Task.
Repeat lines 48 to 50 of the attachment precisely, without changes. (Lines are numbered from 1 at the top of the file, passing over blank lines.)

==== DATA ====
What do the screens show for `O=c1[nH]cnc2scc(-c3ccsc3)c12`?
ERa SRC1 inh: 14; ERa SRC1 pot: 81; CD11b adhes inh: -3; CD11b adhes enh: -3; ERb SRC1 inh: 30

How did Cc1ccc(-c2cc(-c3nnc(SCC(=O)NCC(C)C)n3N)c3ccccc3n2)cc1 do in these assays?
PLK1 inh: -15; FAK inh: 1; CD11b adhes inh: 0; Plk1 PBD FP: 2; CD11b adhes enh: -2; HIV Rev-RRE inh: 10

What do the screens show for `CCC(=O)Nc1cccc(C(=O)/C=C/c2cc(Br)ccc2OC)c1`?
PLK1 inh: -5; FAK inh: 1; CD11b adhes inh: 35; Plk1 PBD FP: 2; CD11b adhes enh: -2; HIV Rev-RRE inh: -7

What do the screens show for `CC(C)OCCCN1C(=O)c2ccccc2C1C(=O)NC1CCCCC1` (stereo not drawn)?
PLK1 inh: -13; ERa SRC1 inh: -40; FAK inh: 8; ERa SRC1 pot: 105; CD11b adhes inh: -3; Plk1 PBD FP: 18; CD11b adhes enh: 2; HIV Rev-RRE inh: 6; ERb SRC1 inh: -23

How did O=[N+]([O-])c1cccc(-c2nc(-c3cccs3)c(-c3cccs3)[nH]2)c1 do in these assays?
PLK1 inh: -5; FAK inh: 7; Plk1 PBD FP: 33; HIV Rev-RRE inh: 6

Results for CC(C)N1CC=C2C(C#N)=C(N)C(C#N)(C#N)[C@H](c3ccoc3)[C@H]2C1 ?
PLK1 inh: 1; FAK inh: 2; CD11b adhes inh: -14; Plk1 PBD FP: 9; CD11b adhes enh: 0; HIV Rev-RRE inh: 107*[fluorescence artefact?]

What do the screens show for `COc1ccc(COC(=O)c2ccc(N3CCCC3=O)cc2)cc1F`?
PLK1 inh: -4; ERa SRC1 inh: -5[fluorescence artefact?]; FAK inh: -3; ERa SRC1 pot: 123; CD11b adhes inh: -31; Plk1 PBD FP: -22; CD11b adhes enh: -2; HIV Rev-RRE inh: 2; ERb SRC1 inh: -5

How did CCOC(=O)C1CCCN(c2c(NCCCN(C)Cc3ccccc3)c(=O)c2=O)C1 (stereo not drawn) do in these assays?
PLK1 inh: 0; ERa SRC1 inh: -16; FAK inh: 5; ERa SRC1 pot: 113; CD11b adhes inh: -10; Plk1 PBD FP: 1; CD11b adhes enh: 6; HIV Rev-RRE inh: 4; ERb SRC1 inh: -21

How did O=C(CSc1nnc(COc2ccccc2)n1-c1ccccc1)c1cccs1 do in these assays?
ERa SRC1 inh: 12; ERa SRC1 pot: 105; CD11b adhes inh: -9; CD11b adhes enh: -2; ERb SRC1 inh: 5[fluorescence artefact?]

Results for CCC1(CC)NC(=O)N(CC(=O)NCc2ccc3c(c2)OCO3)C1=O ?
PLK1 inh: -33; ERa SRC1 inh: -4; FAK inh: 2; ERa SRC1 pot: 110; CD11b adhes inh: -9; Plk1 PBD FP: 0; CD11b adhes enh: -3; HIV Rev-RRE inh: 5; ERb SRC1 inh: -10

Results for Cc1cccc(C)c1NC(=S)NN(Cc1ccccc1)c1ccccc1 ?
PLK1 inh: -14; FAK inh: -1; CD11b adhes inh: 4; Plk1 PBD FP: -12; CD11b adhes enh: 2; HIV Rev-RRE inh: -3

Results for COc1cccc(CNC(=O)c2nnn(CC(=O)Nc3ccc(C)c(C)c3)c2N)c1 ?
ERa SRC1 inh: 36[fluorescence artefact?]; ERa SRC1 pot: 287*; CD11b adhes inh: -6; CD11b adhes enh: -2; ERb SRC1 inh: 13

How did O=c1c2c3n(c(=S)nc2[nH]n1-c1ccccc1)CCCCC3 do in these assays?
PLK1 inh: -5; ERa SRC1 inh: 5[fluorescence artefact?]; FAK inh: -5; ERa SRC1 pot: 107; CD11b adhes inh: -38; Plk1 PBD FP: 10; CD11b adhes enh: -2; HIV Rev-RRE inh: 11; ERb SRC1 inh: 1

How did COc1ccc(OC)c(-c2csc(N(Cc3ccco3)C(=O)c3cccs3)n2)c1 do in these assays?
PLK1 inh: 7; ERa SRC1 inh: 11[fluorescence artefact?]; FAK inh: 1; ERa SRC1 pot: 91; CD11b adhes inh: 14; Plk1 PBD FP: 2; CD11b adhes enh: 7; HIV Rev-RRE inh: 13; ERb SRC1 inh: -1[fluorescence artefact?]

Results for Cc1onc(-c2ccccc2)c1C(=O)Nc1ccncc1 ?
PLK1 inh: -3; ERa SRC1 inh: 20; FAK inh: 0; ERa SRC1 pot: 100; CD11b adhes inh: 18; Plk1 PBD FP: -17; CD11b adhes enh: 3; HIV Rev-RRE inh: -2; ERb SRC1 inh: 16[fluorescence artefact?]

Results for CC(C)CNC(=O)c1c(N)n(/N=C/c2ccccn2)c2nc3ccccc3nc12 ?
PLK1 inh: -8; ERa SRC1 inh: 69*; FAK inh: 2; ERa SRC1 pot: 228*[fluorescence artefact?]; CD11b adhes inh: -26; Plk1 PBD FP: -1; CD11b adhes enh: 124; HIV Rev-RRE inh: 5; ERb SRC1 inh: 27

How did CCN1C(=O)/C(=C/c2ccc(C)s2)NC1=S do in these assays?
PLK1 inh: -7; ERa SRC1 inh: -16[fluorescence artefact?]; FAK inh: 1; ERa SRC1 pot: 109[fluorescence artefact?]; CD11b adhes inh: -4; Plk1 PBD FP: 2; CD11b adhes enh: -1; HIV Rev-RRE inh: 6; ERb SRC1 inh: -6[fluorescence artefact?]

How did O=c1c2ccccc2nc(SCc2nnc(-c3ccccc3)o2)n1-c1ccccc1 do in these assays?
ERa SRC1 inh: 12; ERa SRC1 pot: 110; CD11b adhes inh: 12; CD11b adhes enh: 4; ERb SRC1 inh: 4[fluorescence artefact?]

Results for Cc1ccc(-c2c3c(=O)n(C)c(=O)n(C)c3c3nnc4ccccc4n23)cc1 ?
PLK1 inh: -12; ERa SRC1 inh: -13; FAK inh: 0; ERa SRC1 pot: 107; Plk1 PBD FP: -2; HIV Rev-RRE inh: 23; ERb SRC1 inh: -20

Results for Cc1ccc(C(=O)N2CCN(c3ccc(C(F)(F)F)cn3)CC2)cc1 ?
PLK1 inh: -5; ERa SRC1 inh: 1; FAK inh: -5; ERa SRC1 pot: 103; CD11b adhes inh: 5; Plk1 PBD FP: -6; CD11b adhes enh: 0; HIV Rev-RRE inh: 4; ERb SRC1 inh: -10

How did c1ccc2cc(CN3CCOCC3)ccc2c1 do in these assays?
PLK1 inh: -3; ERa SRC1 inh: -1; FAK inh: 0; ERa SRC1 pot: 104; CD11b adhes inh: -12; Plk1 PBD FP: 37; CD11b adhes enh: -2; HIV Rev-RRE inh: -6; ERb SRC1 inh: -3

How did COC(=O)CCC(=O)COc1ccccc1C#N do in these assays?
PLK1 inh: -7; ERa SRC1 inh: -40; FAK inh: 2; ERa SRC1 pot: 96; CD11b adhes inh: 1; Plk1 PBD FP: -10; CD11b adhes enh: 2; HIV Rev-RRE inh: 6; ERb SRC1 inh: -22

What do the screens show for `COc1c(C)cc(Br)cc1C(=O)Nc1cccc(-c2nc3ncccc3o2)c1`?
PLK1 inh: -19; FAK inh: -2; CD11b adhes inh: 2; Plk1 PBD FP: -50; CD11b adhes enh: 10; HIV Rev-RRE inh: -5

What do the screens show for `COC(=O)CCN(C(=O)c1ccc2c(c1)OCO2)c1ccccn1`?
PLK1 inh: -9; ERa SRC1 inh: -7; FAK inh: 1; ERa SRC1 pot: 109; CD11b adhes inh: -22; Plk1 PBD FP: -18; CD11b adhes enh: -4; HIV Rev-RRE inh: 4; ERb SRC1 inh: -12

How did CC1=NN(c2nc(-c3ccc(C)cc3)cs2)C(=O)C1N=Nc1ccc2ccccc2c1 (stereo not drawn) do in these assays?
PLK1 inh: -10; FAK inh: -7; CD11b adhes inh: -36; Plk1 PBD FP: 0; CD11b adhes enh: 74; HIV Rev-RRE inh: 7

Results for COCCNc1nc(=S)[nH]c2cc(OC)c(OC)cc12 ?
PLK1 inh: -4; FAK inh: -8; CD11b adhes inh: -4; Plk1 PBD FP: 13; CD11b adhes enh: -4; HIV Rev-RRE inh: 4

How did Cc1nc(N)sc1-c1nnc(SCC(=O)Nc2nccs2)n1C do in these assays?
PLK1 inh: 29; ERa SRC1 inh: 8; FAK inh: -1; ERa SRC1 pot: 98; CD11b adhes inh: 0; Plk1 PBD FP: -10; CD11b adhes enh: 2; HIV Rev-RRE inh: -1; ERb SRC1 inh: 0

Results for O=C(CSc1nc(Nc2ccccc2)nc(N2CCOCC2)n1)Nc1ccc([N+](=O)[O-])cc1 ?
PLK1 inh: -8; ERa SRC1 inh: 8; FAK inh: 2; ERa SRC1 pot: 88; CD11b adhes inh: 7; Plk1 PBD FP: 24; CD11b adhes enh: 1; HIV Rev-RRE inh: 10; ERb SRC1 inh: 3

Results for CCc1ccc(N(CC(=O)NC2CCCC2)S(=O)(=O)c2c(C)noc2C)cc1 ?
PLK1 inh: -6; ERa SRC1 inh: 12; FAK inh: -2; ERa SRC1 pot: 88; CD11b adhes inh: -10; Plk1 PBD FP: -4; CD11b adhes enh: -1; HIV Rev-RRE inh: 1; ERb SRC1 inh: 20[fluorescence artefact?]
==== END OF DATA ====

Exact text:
PLK1 inh: -9; ERa SRC1 inh: -7; FAK inh: 1; ERa SRC1 pot: 109; CD11b adhes inh: -22; Plk1 PBD FP: -18; CD11b adhes enh: -4; HIV Rev-RRE inh: 4; ERb SRC1 inh: -12

How did CC1=NN(c2nc(-c3ccc(C)cc3)cs2)C(=O)C1N=Nc1ccc2ccccc2c1 (stereo not drawn) do in these assays?
PLK1 inh: -10; FAK inh: -7; CD11b adhes inh: -36; Plk1 PBD FP: 0; CD11b adhes enh: 74; HIV Rev-RRE inh: 7